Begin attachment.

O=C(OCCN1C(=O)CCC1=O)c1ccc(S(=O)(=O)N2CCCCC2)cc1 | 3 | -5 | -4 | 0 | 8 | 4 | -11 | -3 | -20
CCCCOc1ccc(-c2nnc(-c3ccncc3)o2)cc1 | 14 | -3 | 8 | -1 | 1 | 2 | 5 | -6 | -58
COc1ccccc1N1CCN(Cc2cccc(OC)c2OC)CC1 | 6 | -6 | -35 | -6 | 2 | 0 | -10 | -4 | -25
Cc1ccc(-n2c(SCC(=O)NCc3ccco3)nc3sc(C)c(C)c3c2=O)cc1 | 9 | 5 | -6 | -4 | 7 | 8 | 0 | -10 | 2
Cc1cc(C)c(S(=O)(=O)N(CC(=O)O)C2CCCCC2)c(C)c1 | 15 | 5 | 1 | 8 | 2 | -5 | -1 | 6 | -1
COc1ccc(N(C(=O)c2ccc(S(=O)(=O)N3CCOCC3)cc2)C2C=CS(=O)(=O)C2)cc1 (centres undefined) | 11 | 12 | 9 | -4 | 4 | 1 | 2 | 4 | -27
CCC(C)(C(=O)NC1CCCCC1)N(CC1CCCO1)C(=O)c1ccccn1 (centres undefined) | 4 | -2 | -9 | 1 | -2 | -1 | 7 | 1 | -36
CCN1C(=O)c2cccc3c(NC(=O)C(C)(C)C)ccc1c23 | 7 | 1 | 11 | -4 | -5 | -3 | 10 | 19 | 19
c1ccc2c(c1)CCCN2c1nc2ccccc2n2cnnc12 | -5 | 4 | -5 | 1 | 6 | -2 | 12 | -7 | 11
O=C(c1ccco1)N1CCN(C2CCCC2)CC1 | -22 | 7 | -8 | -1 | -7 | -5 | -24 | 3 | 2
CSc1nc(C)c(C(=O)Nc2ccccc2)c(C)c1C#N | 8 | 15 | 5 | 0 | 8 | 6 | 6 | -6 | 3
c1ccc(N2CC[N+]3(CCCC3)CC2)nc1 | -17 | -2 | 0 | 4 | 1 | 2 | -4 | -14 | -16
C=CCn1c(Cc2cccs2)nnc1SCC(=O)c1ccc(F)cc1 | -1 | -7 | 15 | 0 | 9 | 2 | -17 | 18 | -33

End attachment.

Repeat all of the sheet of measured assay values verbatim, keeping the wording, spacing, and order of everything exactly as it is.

O=C(OCCN1C(=O)CCC1=O)c1ccc(S(=O)(=O)N2CCCCC2)cc1 | 3 | -5 | -4 | 0 | 8 | 4 | -11 | -3 | -20
CCCCOc1ccc(-c2nnc(-c3ccncc3)o2)cc1 | 14 | -3 | 8 | -1 | 1 | 2 | 5 | -6 | -58
COc1ccccc1N1CCN(Cc2cccc(OC)c2OC)CC1 | 6 | -6 | -35 | -6 | 2 | 0 | -10 | -4 | -25
Cc1ccc(-n2c(SCC(=O)NCc3ccco3)nc3sc(C)c(C)c3c2=O)cc1 | 9 | 5 | -6 | -4 | 7 | 8 | 0 | -10 | 2
Cc1cc(C)c(S(=O)(=O)N(CC(=O)O)C2CCCCC2)c(C)c1 | 15 | 5 | 1 | 8 | 2 | -5 | -1 | 6 | -1
COc1ccc(N(C(=O)c2ccc(S(=O)(=O)N3CCOCC3)cc2)C2C=CS(=O)(=O)C2)cc1 (centres undefined) | 11 | 12 | 9 | -4 | 4 | 1 | 2 | 4 | -27
CCC(C)(C(=O)NC1CCCCC1)N(CC1CCCO1)C(=O)c1ccccn1 (centres undefined) | 4 | -2 | -9 | 1 | -2 | -1 | 7 | 1 | -36
CCN1C(=O)c2cccc3c(NC(=O)C(C)(C)C)ccc1c23 | 7 | 1 | 11 | -4 | -5 | -3 | 10 | 19 | 19
c1ccc2c(c1)CCCN2c1nc2ccccc2n2cnnc12 | -5 | 4 | -5 | 1 | 6 | -2 | 12 | -7 | 11
O=C(c1ccco1)N1CCN(C2CCCC2)CC1 | -22 | 7 | -8 | -1 | -7 | -5 | -24 | 3 | 2
CSc1nc(C)c(C(=O)Nc2ccccc2)c(C)c1C#N | 8 | 15 | 5 | 0 | 8 | 6 | 6 | -6 | 3
c1ccc(N2CC[N+]3(CCCC3)CC2)nc1 | -17 | -2 | 0 | 4 | 1 | 2 | -4 | -14 | -16
C=CCn1c(Cc2cccs2)nnc1SCC(=O)c1ccc(F)cc1 | -1 | -7 | 15 | 0 | 9 | 2 | -17 | 18 | -33